By Sarah N. Lynch and Susan Heavey
WASHINGTON (Reuters) – A former intelligence analyst was arrested on Thursday over allegations he illegally obtained and disclosed classified national defence information about a U.S. drone strike programme to a journalist, the U.S. Department of Justice said.
The analyst, Daniel Everette Hale, 31, of Nashville, Tennessee, had worked at the National Security Agency (NSA) and the National Geospatial-Intelligence Agency (NGA), and began communicating with the reporter starting in 2013, the department said.
Classified documents were later published by the reporter’s online news outlet, the government alleged.
The indictment does not name the publication or journalist; however, the description appeared to match that of Jeremy Scahill of the Intercept.
In October 2015, the Intercept published a series written by Scahill and other reporters called “The Drone Papers.”
In that series, the Intercept revealed that it had a source that had leaked classified documents because the source felt the American public “has a right to understand the process by which people are placed on kill lists and ultimately assassinated.”
The charges unsealed against Hale on Thursday marked the latest in a broad crackdown on media leaks by the Justice Department that started when Jeff Sessions was Attorney General.
During the Trump administration, the government has filed several criminal cases against leakers, including former intelligence analyst Reality Winner who divulged a report about Russian interference in the 2016 election also to the Intercept news website.
Jesselyn Radack, an attorney for Hale, told Reuters that the case against her client had been “dormant” for the last few years, but has since been revived.
“His case is part of a coordinated campaign to reinvigorate the draconian Espionage Act and deprive the public of information about some of our most controversial government programs,” she said.
The Intercept, in a statement, said it would not confirm the identity of anonymous sources, but it condemned the administration for bringing the case.
The leaked documents at the heart of the case against Hale, the Intercept said, “are of vital public importance, and activity related to their disclosure is protected by the First Amendment.”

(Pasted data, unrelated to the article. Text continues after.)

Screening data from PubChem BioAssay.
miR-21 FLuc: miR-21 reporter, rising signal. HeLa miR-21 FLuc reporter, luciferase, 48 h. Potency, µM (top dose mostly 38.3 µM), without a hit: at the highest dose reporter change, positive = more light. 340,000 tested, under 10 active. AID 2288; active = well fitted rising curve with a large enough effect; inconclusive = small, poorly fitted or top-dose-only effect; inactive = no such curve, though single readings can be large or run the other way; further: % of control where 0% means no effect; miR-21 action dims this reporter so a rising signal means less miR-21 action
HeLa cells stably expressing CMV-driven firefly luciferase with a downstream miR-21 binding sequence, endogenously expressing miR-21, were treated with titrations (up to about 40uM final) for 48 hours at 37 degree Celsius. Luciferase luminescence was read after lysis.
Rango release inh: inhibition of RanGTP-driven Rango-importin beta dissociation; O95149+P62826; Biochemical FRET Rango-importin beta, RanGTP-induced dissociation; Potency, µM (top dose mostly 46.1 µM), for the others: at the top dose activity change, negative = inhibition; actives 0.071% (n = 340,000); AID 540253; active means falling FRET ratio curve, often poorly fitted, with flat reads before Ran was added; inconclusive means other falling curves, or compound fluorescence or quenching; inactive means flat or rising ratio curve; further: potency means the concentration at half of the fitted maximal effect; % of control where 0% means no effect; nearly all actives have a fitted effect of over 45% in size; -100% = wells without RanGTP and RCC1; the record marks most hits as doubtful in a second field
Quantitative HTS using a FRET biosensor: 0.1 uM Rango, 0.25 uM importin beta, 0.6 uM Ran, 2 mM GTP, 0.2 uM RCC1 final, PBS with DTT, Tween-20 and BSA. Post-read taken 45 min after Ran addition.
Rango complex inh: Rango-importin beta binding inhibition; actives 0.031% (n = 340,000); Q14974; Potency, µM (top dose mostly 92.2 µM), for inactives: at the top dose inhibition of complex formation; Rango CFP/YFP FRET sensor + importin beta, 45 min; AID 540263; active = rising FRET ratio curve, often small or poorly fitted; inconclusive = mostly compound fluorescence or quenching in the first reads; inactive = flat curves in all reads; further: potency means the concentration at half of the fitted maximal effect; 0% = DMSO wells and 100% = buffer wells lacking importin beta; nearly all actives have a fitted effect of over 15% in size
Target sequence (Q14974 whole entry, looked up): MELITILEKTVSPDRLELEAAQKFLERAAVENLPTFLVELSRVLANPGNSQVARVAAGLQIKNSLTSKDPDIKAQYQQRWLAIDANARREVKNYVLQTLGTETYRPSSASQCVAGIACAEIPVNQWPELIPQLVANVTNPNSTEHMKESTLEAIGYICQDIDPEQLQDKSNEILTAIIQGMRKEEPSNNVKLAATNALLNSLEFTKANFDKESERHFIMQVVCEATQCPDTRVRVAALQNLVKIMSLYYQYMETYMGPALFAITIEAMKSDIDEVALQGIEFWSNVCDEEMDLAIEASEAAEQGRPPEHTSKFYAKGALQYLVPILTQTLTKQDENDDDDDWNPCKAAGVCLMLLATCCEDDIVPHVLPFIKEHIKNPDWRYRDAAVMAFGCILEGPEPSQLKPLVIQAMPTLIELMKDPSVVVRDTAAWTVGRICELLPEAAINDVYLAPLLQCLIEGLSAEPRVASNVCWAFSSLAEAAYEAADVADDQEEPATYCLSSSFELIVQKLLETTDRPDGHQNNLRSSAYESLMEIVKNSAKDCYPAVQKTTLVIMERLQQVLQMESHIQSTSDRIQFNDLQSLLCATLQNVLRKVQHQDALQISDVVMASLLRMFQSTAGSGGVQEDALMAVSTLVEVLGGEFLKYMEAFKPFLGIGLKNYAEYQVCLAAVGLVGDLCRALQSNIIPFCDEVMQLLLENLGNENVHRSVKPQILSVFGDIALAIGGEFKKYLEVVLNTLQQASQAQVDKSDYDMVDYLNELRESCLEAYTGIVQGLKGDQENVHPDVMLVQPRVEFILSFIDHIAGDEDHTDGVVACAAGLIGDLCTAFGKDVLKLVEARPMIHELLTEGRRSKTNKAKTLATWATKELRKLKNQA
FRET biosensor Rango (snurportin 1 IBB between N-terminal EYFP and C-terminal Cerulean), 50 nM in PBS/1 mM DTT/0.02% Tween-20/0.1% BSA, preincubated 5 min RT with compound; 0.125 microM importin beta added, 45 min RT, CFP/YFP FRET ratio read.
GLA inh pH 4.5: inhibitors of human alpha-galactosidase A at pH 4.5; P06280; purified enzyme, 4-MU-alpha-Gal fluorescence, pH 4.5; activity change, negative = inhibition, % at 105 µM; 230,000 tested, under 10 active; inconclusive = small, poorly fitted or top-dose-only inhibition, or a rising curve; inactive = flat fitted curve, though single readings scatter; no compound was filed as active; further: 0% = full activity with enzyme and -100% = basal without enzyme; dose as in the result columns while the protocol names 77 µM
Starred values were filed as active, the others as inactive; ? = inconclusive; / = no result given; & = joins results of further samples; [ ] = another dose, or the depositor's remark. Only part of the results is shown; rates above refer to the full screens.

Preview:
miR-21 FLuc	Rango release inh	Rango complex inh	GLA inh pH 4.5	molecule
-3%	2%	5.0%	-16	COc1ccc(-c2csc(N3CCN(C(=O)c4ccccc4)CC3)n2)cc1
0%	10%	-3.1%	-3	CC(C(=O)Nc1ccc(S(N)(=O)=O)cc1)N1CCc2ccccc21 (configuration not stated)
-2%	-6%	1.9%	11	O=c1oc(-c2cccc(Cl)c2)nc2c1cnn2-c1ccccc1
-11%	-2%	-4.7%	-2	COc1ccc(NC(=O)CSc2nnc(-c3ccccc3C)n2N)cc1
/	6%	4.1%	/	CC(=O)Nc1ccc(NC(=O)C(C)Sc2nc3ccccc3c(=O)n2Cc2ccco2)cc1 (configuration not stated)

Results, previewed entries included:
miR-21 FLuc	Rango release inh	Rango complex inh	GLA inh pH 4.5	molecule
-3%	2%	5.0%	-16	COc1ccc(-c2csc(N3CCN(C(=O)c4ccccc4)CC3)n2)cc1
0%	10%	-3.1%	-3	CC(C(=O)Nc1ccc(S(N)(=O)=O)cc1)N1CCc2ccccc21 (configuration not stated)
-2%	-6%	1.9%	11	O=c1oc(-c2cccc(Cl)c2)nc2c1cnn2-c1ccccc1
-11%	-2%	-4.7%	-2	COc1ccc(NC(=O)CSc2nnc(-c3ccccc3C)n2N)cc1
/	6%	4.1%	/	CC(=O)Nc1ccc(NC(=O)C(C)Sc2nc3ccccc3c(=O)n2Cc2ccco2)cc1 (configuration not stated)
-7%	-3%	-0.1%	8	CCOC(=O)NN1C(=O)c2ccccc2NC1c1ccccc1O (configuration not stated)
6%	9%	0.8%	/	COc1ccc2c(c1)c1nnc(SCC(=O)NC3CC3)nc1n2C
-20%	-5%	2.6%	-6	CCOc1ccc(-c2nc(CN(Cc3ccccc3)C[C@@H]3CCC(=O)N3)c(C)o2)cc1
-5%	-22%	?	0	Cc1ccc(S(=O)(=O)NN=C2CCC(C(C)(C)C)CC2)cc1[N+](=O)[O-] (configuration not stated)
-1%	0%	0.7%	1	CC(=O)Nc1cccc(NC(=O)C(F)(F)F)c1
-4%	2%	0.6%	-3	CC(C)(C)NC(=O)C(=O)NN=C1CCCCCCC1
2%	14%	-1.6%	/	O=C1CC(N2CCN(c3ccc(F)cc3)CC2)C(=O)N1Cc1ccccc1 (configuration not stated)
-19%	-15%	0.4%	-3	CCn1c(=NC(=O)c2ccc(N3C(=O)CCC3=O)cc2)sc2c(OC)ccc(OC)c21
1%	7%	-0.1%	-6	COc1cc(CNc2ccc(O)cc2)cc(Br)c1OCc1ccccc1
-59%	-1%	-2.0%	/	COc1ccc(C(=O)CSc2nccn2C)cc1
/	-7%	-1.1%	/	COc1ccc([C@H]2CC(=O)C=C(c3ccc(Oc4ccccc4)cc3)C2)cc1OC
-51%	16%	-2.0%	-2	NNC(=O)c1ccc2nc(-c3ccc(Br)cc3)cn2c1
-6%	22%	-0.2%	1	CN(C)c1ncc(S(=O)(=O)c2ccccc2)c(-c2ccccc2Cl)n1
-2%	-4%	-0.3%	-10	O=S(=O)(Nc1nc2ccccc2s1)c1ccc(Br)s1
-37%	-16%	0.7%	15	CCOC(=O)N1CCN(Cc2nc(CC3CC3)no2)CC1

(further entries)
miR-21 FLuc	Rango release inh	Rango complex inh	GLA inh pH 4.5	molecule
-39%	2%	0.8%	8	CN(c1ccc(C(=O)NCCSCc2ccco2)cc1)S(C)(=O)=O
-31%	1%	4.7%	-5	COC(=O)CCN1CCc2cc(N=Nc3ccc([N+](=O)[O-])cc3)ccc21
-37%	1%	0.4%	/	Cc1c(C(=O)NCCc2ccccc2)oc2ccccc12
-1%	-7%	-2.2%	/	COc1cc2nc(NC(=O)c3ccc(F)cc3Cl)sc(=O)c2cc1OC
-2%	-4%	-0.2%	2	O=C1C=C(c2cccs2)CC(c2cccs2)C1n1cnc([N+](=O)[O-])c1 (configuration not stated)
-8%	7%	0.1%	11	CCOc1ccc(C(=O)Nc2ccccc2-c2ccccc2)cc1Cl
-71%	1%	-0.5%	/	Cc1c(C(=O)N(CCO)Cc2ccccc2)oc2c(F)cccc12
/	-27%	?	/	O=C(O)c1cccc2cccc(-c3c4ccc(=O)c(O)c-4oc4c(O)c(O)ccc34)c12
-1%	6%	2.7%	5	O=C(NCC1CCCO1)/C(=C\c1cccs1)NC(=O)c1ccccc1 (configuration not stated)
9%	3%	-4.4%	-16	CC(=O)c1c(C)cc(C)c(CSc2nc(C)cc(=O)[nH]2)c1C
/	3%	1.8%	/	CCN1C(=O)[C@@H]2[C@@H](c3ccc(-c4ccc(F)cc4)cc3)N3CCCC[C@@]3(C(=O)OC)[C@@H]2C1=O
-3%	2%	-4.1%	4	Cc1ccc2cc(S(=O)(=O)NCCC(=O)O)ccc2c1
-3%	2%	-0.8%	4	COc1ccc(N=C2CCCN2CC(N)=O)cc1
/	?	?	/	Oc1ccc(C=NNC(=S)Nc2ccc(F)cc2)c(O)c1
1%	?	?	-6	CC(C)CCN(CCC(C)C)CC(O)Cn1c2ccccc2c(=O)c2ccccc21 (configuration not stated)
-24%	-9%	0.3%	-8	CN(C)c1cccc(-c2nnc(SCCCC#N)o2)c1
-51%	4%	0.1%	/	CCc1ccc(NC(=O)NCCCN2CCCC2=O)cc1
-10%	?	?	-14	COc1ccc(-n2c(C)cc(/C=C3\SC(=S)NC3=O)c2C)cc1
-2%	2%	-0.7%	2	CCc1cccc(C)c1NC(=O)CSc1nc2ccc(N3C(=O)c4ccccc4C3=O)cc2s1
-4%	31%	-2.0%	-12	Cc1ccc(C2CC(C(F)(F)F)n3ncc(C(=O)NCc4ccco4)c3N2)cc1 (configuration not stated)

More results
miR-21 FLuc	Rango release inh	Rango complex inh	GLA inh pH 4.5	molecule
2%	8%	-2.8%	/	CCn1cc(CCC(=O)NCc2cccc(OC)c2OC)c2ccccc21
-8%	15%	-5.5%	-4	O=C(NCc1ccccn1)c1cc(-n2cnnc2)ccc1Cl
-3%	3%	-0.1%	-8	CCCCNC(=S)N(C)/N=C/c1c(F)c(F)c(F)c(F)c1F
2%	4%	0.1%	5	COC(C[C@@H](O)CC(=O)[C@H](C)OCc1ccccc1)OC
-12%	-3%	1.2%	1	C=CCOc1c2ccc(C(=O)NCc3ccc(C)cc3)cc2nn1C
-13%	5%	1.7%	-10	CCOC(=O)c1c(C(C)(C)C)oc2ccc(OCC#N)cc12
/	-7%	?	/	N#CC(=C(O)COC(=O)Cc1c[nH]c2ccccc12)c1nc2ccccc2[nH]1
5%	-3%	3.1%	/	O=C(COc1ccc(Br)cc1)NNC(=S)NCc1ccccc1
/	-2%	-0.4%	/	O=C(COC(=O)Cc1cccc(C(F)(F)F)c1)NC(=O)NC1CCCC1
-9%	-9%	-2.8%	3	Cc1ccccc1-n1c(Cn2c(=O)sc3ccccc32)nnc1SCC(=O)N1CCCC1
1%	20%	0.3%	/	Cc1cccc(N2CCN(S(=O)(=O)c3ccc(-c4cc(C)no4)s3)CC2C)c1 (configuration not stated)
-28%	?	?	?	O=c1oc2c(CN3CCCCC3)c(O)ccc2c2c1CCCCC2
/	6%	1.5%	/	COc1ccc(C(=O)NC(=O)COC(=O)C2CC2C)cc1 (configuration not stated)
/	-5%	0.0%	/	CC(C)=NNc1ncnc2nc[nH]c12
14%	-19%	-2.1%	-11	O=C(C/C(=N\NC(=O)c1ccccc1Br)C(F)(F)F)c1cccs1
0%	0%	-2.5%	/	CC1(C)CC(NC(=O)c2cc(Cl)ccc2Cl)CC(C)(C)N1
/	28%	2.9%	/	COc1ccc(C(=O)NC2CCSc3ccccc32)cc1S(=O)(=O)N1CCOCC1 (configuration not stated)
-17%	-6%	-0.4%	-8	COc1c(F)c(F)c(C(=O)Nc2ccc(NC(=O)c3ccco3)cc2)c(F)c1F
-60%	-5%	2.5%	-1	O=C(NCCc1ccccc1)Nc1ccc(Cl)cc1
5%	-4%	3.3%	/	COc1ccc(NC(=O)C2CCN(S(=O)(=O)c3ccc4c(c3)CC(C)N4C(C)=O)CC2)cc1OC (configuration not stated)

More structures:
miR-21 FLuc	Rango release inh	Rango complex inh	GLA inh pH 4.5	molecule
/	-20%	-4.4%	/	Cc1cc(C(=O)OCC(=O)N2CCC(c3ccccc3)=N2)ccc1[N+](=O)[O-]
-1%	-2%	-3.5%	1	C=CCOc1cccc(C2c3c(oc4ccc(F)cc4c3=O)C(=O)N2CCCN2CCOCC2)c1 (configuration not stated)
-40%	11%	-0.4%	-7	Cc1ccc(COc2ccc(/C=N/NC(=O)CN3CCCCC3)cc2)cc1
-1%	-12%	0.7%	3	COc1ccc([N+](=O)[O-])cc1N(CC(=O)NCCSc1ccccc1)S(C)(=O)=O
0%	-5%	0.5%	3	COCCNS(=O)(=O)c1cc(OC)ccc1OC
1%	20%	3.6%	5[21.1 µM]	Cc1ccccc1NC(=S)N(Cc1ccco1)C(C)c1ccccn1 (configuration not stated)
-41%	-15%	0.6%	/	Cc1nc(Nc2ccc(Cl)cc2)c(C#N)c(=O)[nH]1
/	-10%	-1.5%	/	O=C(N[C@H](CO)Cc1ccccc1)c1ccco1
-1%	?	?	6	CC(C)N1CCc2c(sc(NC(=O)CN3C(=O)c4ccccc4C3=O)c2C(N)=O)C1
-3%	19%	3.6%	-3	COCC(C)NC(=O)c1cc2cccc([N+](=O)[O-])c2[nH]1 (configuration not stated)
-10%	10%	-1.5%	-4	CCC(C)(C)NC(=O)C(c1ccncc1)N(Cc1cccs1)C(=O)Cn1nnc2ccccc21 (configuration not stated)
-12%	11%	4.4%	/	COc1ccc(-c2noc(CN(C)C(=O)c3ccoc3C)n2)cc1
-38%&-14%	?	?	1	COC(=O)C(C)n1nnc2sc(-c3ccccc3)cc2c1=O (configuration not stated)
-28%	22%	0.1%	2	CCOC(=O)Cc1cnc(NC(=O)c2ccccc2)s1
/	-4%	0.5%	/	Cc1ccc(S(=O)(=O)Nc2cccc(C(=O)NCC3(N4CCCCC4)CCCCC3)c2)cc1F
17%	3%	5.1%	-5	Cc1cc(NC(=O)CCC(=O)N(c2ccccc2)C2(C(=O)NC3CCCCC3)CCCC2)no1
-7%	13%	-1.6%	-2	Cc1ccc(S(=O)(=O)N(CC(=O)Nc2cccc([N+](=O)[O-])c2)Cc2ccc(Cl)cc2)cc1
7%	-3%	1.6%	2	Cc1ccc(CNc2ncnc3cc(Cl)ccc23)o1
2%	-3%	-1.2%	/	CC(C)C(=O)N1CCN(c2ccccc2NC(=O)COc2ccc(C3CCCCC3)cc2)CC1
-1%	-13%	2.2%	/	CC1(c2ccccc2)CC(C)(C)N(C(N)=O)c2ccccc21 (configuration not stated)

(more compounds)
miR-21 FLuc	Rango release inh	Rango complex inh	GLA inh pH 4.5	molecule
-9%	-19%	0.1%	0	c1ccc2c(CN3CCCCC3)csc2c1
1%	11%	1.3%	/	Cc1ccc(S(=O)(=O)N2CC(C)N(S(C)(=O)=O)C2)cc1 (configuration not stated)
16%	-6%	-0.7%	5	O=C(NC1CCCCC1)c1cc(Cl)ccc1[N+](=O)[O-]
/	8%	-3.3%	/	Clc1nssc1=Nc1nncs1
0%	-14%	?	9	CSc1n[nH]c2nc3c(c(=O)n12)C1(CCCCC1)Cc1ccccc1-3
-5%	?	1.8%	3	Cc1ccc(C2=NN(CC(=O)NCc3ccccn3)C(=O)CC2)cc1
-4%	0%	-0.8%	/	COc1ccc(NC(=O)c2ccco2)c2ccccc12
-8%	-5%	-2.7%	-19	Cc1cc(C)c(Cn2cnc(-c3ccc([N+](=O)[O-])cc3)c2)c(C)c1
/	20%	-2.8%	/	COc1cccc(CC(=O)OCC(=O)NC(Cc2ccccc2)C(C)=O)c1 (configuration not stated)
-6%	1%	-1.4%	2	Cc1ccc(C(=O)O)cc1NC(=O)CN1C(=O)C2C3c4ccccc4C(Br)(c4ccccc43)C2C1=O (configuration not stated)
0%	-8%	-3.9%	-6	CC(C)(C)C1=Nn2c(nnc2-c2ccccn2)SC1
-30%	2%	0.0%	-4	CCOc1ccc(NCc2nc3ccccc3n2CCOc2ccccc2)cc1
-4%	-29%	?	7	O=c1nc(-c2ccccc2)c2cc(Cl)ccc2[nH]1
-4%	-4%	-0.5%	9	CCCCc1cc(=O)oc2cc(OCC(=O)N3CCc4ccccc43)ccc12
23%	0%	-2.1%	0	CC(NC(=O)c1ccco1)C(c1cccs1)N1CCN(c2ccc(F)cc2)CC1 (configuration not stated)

Hale, who had served in the U.S. Air Force, is charged with five criminal counts, each carrying a maximum penalty of 10 years in prison, the Justice Department said.
According to the indictment, Hale was assigned to work at the NSA while serving on Air Force active duty from December 2011 to May 2013, and later that year also worked as a defence contractor assigned to the NGA.
In April 2013 while he was still at the NSA, prosecutors say Hale met a reporter at a book tour event in Washington.
The next month, Hale confided to a friend that the reporter wanted him to “tell my story about working with drones … and the use of drones,” according to the indictment.
After multiple meetings with the reporter, the government said, in February 2014 Hale printed six documents from his classified computer related to his work at NGA and then texted the reporter to see if they could meet in Washington.
The documents were later published by the reporter’s online news outlet, the indictment says.
Hale is accused of printing a total of 36 top secret documents from his computer, nine of which were related to his NGA work.
Of those, he allegedly provided 17 to the reporter or to the reporter’s news outlet.
(Reporting by Susan Heavey and Sarah N. Lynch; additional reporting by Mark Hosenball; editing by Bill Trott and James Dalgleish)